Simplicity Bancorp in Covina, Calif., largely credits a decision to bring servicing in-house for its improved asset quality. Delinquencies made up 1.4% of the $867 million-asset company's total mortgages at June 30, compared with 2.5% a year earlier.
Net chargeoffs for Simplicity's fiscal year that ended June 30 were half those of the prior year, at $2.1 million. Nonperforming assets fell 40% at mid-2013 from a year earlier, to $16 million.
Reining in credit is critical to Simplicity, where returns are under pressure as the thrift shrinks its balance sheet. Simplicity's fiscal 2013 earnings fell 14% from a year earlier, to $6.2 million.
Taking over mortgage servicing proved to be the biggest factor behind the thrift's asset quality improvement. Management began to bring those operations in-house after realizing they could do a better job working with borrowers on payments.
"We had a big issue with the collection efforts," Duston Luton, Simplicity's president and chief executive, says. The servicers "were just not collecting."
Servicing is about as basic a task as there is in banking, focusing on collecting payments, paying real estate taxes and making sure borrowers stay current on insurance. It is a low-margin business.
Looming regulatory changes from Basel III, along with rules from the Consumer Financial Protection Bureau set to take effect in January, have motivated a number of banks to sell mortgage-servicing rights.
Formerly Kaiser Federal Financial Group, Simplicity is one of a handful of community banks that have moved in the opposite direction. And the thrift, which was formed in the 1950s as a credit union for employees of the Kaiser Foundation Hospitals in Los Angeles, had to fight to take over its servicing.
As recently as early last year, third parties serviced most of Simplicity's mortgages. Management noticed an alarming trend—nonperforming loans in its mortgage book jumped to 3.3% in 2011 from 1.8% two years earlier.
Outsiders were handling the lion's share of those bad loans. Simplicity decided it wanted to bring those operations in-house, offering to pay fair market value for the servicing rights. But Citigroup unit CitiMortgage and Bank of America rejected the proposal, Luton says.
In 2010, with delinquencies and credit costs rising, Simplicity filed a lawsuit in against the servicers in an effort to push the issue. In May and November, the servicers independently agreed to sell Simplicity servicing rights on mortgages valued at $128.5 million.
Simplicity did not disclose the transactions' terms. Representatives for Citi and B of A declined to comment.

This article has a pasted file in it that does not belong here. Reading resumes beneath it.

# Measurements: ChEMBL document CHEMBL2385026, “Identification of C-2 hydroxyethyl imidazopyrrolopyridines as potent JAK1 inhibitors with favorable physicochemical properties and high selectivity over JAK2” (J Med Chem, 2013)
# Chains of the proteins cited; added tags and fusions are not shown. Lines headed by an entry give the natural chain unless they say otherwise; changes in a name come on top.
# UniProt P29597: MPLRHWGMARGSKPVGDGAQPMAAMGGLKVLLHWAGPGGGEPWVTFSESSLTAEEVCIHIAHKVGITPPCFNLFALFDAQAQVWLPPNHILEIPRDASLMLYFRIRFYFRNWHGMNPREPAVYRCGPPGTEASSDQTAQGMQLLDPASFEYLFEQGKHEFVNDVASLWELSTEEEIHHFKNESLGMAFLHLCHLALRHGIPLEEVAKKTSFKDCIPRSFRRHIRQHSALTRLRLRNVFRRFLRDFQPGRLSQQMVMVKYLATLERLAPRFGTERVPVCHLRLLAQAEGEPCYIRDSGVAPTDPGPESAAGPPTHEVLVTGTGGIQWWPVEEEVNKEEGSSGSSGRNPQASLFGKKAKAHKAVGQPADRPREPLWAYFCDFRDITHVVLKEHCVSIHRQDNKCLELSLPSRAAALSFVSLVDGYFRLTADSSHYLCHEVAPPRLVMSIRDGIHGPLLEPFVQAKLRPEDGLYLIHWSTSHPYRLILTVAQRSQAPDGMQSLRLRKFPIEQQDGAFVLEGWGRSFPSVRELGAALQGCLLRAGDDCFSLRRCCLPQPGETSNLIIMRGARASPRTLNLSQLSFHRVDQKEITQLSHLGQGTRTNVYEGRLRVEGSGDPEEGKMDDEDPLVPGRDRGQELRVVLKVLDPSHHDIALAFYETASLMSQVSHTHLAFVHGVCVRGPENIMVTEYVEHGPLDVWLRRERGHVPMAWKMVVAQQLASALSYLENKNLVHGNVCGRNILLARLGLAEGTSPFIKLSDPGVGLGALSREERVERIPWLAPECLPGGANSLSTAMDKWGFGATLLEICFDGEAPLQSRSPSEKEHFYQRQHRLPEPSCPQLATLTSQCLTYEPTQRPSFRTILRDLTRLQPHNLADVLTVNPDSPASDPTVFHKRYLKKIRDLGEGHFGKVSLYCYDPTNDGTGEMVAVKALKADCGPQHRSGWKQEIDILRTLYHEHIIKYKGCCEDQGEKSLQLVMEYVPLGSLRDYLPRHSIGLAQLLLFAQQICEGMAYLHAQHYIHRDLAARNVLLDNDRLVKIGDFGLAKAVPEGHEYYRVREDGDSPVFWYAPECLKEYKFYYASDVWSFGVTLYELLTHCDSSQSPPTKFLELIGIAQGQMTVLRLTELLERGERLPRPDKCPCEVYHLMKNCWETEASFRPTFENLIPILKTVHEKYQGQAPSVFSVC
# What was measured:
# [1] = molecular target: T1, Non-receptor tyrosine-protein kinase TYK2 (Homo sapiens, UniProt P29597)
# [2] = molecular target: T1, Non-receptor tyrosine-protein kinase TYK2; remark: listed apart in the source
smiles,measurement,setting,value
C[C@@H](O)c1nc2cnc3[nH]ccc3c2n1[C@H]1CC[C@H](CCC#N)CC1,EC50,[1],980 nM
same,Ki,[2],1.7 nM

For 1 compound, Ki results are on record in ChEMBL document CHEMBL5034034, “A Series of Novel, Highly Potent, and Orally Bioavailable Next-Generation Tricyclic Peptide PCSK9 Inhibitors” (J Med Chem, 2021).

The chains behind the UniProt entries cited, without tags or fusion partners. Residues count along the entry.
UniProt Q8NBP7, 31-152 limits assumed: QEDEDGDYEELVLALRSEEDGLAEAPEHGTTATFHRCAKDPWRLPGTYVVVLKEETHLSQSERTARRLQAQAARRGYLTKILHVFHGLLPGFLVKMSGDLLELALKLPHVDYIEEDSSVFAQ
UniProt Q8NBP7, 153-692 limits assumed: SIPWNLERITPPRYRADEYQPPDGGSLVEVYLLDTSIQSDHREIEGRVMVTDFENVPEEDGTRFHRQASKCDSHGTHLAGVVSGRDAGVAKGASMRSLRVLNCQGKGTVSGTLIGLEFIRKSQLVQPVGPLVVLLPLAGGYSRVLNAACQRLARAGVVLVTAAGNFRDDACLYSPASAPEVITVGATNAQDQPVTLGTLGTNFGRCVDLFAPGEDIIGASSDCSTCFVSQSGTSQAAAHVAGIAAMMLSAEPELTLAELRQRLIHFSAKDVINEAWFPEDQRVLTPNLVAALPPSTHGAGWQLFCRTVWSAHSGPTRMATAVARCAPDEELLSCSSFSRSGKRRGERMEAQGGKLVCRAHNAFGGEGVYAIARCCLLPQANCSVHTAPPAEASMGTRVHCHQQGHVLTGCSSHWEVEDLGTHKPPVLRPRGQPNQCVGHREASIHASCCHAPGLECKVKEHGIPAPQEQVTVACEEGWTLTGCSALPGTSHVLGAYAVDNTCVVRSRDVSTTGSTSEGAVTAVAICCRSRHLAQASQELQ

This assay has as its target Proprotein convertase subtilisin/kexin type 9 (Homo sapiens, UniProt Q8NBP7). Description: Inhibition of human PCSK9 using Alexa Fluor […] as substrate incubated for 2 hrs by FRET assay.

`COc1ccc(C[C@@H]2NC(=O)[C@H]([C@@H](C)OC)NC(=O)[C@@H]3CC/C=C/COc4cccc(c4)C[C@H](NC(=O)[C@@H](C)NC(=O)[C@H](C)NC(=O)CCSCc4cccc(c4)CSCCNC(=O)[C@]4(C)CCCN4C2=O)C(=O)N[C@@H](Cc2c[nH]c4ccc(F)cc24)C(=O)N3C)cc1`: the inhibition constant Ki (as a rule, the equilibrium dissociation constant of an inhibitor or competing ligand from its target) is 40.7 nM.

Simplicity has not yet figured out why Citi and Bank of America fought so strenuously to hold on to a relatively small pool of servicing rights.
"It baffled us," Luton says. The servicers "were just overwhelmed. I think it was costing them more to service the loans than we were paying."
Once it obtained the servicing rights, Simplicity moved quickly to tackle credit issues. It contacted borrowers to collect overdue payments or make alternative arrangements.
In some cases, homeowners who were behind on payments had the funds to bring the accounts current and were eager to pay, but were unable to get in touch with the servicers. "They were just waiting for someone to talk to them," Luton says.
Simplicity also initiated foreclosure proceedings when collection efforts stalled. Over time, asset quality improved.
"The decrease in delinquent loans 60 days or more was primarily due to short sales and pay-offs," Simplicity said in its annual report filed Sept. 10. The filing attributes the improvement to the thrift's ability to wrest servicing from the third-party providers.
To be sure, Simplicity helped dig its own hole. Until 2009, the thrift bought a fair share of loans on the secondary market. It has since started originating most of its mortgages, retaining servicing rights of all of those loans. At June 30, servicers handled just 14% of Simplicity's mortgages, compared to 59% two years earlier.
Simplicity has learned its lesson. For the thrift, servicing is a critical link in its ability to maintain relationship with mortgage customers, Luton says. Most bankers probably agree, but many are being forced to weigh the benefits over handling servicing against rising costs of regulation.
Regulation "is doing nothing but push the costs up," says James Powell, chief executive of Liberty Savings Bank in Wilmington, Ohio. The $577.2 million-asset thrift recently sold servicing rights to 4,600 mortgages to a unit of Taylor Capital Group, in part, because Liberty was reluctant to increase its servicing budget.
"We thought we were doing a good job as a servicer," Powell says. "But we felt the investment we were willing to make was going to limit our ability to be efficient going forward."
A number of other banks are making similar choices.
OneWest Bank in Pasadena, Calif., and Ally Financial in Midvale, Utah, have each sold big portfolios of mortgage servicing rights this year, and Wells Fargo, the nation's biggest mortgage lender, is reported to be looking at selling some servicing.
Basel III and the CFPB have roiled the waters considerably for servicers. Basel III would limit the amount of mortgage servicing rights that can be counted as capital, while new rules issued by the CFPB require, among other things, that servicers notify borrowers at least two months in advance of an interest rate adjustment that would lead to higher payments.
The CFPB's rules also make it more difficult to arrange force-placed insurance coverage when a borrowers' coverage lapses.
The rising cost of compliance is on Luton's mind, though he says that Simplicity has no plans to exit servicing. "We've set ourselves up to be able to do it efficiently," he says.